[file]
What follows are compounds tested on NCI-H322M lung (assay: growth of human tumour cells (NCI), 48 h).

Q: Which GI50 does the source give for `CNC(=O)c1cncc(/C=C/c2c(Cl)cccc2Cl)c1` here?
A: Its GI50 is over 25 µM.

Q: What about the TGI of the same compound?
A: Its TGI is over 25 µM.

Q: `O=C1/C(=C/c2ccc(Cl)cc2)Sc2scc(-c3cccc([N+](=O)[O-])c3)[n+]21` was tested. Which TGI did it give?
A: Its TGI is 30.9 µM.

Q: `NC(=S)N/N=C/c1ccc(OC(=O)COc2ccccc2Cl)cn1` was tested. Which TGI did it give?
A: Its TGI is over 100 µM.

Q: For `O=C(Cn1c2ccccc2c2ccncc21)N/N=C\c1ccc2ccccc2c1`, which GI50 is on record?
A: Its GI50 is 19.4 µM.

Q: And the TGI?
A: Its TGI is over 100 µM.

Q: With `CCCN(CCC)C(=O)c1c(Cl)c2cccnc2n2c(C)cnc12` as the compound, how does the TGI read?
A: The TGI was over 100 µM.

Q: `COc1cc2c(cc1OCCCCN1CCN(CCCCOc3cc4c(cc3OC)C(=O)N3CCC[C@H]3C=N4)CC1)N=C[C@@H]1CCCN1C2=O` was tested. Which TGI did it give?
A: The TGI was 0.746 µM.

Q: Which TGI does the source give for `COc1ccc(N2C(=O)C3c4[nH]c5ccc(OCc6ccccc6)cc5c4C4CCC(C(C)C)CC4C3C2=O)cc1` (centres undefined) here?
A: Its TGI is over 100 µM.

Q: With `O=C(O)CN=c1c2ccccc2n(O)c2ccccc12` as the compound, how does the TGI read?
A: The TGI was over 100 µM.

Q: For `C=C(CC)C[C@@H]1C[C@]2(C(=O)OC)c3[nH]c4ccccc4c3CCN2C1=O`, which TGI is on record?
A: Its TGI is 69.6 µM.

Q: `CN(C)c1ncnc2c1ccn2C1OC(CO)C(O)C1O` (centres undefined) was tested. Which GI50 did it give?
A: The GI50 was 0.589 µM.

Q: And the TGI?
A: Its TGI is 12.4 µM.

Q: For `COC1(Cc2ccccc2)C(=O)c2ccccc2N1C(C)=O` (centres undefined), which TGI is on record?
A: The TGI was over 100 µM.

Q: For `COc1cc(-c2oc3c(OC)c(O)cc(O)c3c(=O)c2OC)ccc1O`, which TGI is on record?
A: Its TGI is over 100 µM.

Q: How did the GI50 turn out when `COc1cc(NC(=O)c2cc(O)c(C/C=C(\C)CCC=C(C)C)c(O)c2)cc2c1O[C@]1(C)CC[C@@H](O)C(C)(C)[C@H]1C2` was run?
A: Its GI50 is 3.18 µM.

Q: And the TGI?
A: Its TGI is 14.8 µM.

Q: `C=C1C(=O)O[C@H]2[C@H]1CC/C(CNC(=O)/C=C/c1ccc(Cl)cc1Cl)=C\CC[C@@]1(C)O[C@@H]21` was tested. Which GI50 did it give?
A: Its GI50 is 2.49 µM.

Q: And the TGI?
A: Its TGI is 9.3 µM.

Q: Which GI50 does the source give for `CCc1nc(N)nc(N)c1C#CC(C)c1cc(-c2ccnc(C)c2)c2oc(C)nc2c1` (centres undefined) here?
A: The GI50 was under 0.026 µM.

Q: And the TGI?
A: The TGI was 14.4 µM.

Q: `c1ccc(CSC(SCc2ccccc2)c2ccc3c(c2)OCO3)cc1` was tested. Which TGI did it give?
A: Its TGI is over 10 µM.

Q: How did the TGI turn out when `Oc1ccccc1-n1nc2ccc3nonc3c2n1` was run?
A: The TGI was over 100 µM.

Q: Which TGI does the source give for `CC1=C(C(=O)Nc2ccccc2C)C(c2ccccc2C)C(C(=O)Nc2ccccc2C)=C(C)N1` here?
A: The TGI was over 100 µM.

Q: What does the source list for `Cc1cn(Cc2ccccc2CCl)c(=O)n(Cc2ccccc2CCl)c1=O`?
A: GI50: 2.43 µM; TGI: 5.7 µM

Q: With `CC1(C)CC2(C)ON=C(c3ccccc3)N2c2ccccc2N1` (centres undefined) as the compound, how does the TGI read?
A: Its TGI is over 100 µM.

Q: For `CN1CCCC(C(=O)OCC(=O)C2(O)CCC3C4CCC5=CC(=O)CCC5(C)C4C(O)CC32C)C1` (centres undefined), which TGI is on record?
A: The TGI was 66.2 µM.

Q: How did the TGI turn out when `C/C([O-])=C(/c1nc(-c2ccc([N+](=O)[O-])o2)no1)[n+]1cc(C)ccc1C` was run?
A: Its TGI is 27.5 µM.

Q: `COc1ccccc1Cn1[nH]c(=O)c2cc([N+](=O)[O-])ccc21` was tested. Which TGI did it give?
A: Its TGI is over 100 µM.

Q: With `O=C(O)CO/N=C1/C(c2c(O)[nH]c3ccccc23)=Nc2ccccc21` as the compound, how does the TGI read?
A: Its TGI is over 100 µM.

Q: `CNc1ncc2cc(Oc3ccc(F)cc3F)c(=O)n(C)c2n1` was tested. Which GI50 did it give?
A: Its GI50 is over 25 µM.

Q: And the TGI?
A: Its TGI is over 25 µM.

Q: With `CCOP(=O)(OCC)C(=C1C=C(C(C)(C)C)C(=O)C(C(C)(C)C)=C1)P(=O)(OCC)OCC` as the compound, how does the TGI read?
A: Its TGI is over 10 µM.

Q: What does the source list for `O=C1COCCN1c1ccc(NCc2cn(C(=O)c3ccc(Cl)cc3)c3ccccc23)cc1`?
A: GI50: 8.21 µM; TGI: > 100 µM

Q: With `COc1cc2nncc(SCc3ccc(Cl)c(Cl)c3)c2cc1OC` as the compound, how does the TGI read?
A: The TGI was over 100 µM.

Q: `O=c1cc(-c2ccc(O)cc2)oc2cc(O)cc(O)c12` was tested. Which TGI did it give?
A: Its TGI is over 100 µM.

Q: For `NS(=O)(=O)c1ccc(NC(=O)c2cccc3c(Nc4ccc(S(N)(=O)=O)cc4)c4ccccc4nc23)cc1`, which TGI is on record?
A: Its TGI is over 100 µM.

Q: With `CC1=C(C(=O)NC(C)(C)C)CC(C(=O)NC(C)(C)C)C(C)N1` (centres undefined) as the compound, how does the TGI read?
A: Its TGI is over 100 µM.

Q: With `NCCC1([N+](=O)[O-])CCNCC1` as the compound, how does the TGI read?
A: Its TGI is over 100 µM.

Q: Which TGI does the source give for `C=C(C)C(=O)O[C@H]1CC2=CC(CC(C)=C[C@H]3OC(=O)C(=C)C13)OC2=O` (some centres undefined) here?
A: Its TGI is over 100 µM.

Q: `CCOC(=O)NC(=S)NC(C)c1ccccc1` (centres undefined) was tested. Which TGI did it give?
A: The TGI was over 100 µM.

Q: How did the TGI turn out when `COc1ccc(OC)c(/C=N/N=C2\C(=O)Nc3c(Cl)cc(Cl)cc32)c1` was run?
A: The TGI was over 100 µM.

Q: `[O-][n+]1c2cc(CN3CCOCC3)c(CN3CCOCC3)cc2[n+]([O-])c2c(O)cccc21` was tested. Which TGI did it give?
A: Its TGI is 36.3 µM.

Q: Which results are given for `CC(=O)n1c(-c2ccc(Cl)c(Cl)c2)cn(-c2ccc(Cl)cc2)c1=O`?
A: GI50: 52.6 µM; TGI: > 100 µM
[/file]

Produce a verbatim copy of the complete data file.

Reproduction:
What follows are compounds tested on NCI-H322M lung (assay: growth of human tumour cells (NCI), 48 h).

Q: Which GI50 does the source give for `CNC(=O)c1cncc(/C=C/c2c(Cl)cccc2Cl)c1` here?
A: Its GI50 is over 25 µM.

Q: What about the TGI of the same compound?
A: Its TGI is over 25 µM.

Q: `O=C1/C(=C/c2ccc(Cl)cc2)Sc2scc(-c3cccc([N+](=O)[O-])c3)[n+]21` was tested. Which TGI did it give?
A: Its TGI is 30.9 µM.

Q: `NC(=S)N/N=C/c1ccc(OC(=O)COc2ccccc2Cl)cn1` was tested. Which TGI did it give?
A: Its TGI is over 100 µM.

Q: For `O=C(Cn1c2ccccc2c2ccncc21)N/N=C\c1ccc2ccccc2c1`, which GI50 is on record?
A: Its GI50 is 19.4 µM.

Q: And the TGI?
A: Its TGI is over 100 µM.

Q: With `CCCN(CCC)C(=O)c1c(Cl)c2cccnc2n2c(C)cnc12` as the compound, how does the TGI read?
A: The TGI was over 100 µM.

Q: `COc1cc2c(cc1OCCCCN1CCN(CCCCOc3cc4c(cc3OC)C(=O)N3CCC[C@H]3C=N4)CC1)N=C[C@@H]1CCCN1C2=O` was tested. Which TGI did it give?
A: The TGI was 0.746 µM.

Q: Which TGI does the source give for `COc1ccc(N2C(=O)C3c4[nH]c5ccc(OCc6ccccc6)cc5c4C4CCC(C(C)C)CC4C3C2=O)cc1` (centres undefined) here?
A: Its TGI is over 100 µM.

Q: With `O=C(O)CN=c1c2ccccc2n(O)c2ccccc12` as the compound, how does the TGI read?
A: The TGI was over 100 µM.

Q: For `C=C(CC)C[C@@H]1C[C@]2(C(=O)OC)c3[nH]c4ccccc4c3CCN2C1=O`, which TGI is on record?
A: Its TGI is 69.6 µM.

Q: `CN(C)c1ncnc2c1ccn2C1OC(CO)C(O)C1O` (centres undefined) was tested. Which GI50 did it give?
A: The GI50 was 0.589 µM.

Q: And the TGI?
A: Its TGI is 12.4 µM.

Q: For `COC1(Cc2ccccc2)C(=O)c2ccccc2N1C(C)=O` (centres undefined), which TGI is on record?
A: The TGI was over 100 µM.

Q: For `COc1cc(-c2oc3c(OC)c(O)cc(O)c3c(=O)c2OC)ccc1O`, which TGI is on record?
A: Its TGI is over 100 µM.

Q: How did the GI50 turn out when `COc1cc(NC(=O)c2cc(O)c(C/C=C(\C)CCC=C(C)C)c(O)c2)cc2c1O[C@]1(C)CC[C@@H](O)C(C)(C)[C@H]1C2` was run?
A: Its GI50 is 3.18 µM.

Q: And the TGI?
A: Its TGI is 14.8 µM.

Q: `C=C1C(=O)O[C@H]2[C@H]1CC/C(CNC(=O)/C=C/c1ccc(Cl)cc1Cl)=C\CC[C@@]1(C)O[C@@H]21` was tested. Which GI50 did it give?
A: Its GI50 is 2.49 µM.

Q: And the TGI?
A: Its TGI is 9.3 µM.

Q: Which GI50 does the source give for `CCc1nc(N)nc(N)c1C#CC(C)c1cc(-c2ccnc(C)c2)c2oc(C)nc2c1` (centres undefined) here?
A: The GI50 was under 0.026 µM.

Q: And the TGI?
A: The TGI was 14.4 µM.

Q: `c1ccc(CSC(SCc2ccccc2)c2ccc3c(c2)OCO3)cc1` was tested. Which TGI did it give?
A: Its TGI is over 10 µM.

Q: How did the TGI turn out when `Oc1ccccc1-n1nc2ccc3nonc3c2n1` was run?
A: The TGI was over 100 µM.

Q: Which TGI does the source give for `CC1=C(C(=O)Nc2ccccc2C)C(c2ccccc2C)C(C(=O)Nc2ccccc2C)=C(C)N1` here?
A: The TGI was over 100 µM.

Q: What does the source list for `Cc1cn(Cc2ccccc2CCl)c(=O)n(Cc2ccccc2CCl)c1=O`?
A: GI50: 2.43 µM; TGI: 5.7 µM

Q: With `CC1(C)CC2(C)ON=C(c3ccccc3)N2c2ccccc2N1` (centres undefined) as the compound, how does the TGI read?
A: Its TGI is over 100 µM.

Q: For `CN1CCCC(C(=O)OCC(=O)C2(O)CCC3C4CCC5=CC(=O)CCC5(C)C4C(O)CC32C)C1` (centres undefined), which TGI is on record?
A: The TGI was 66.2 µM.

Q: How did the TGI turn out when `C/C([O-])=C(/c1nc(-c2ccc([N+](=O)[O-])o2)no1)[n+]1cc(C)ccc1C` was run?
A: Its TGI is 27.5 µM.

Q: `COc1ccccc1Cn1[nH]c(=O)c2cc([N+](=O)[O-])ccc21` was tested. Which TGI did it give?
A: Its TGI is over 100 µM.

Q: With `O=C(O)CO/N=C1/C(c2c(O)[nH]c3ccccc23)=Nc2ccccc21` as the compound, how does the TGI read?
A: Its TGI is over 100 µM.

Q: `CNc1ncc2cc(Oc3ccc(F)cc3F)c(=O)n(C)c2n1` was tested. Which GI50 did it give?
A: Its GI50 is over 25 µM.

Q: And the TGI?
A: Its TGI is over 25 µM.

Q: With `CCOP(=O)(OCC)C(=C1C=C(C(C)(C)C)C(=O)C(C(C)(C)C)=C1)P(=O)(OCC)OCC` as the compound, how does the TGI read?
A: Its TGI is over 10 µM.

Q: What does the source list for `O=C1COCCN1c1ccc(NCc2cn(C(=O)c3ccc(Cl)cc3)c3ccccc23)cc1`?
A: GI50: 8.21 µM; TGI: > 100 µM

Q: With `COc1cc2nncc(SCc3ccc(Cl)c(Cl)c3)c2cc1OC` as the compound, how does the TGI read?
A: The TGI was over 100 µM.

Q: `O=c1cc(-c2ccc(O)cc2)oc2cc(O)cc(O)c12` was tested. Which TGI did it give?
A: Its TGI is over 100 µM.

Q: For `NS(=O)(=O)c1ccc(NC(=O)c2cccc3c(Nc4ccc(S(N)(=O)=O)cc4)c4ccccc4nc23)cc1`, which TGI is on record?
A: Its TGI is over 100 µM.

Q: With `CC1=C(C(=O)NC(C)(C)C)CC(C(=O)NC(C)(C)C)C(C)N1` (centres undefined) as the compound, how does the TGI read?
A: Its TGI is over 100 µM.

Q: With `NCCC1([N+](=O)[O-])CCNCC1` as the compound, how does the TGI read?
A: Its TGI is over 100 µM.

Q: Which TGI does the source give for `C=C(C)C(=O)O[C@H]1CC2=CC(CC(C)=C[C@H]3OC(=O)C(=C)C13)OC2=O` (some centres undefined) here?
A: Its TGI is over 100 µM.

Q: `CCOC(=O)NC(=S)NC(C)c1ccccc1` (centres undefined) was tested. Which TGI did it give?
A: The TGI was over 100 µM.

Q: How did the TGI turn out when `COc1ccc(OC)c(/C=N/N=C2\C(=O)Nc3c(Cl)cc(Cl)cc32)c1` was run?
A: The TGI was over 100 µM.

Q: `[O-][n+]1c2cc(CN3CCOCC3)c(CN3CCOCC3)cc2[n+]([O-])c2c(O)cccc21` was tested. Which TGI did it give?
A: Its TGI is 36.3 µM.

Q: Which results are given for `CC(=O)n1c(-c2ccc(Cl)c(Cl)c2)cn(-c2ccc(Cl)cc2)c1=O`?
A: GI50: 52.6 µM; TGI: > 100 µM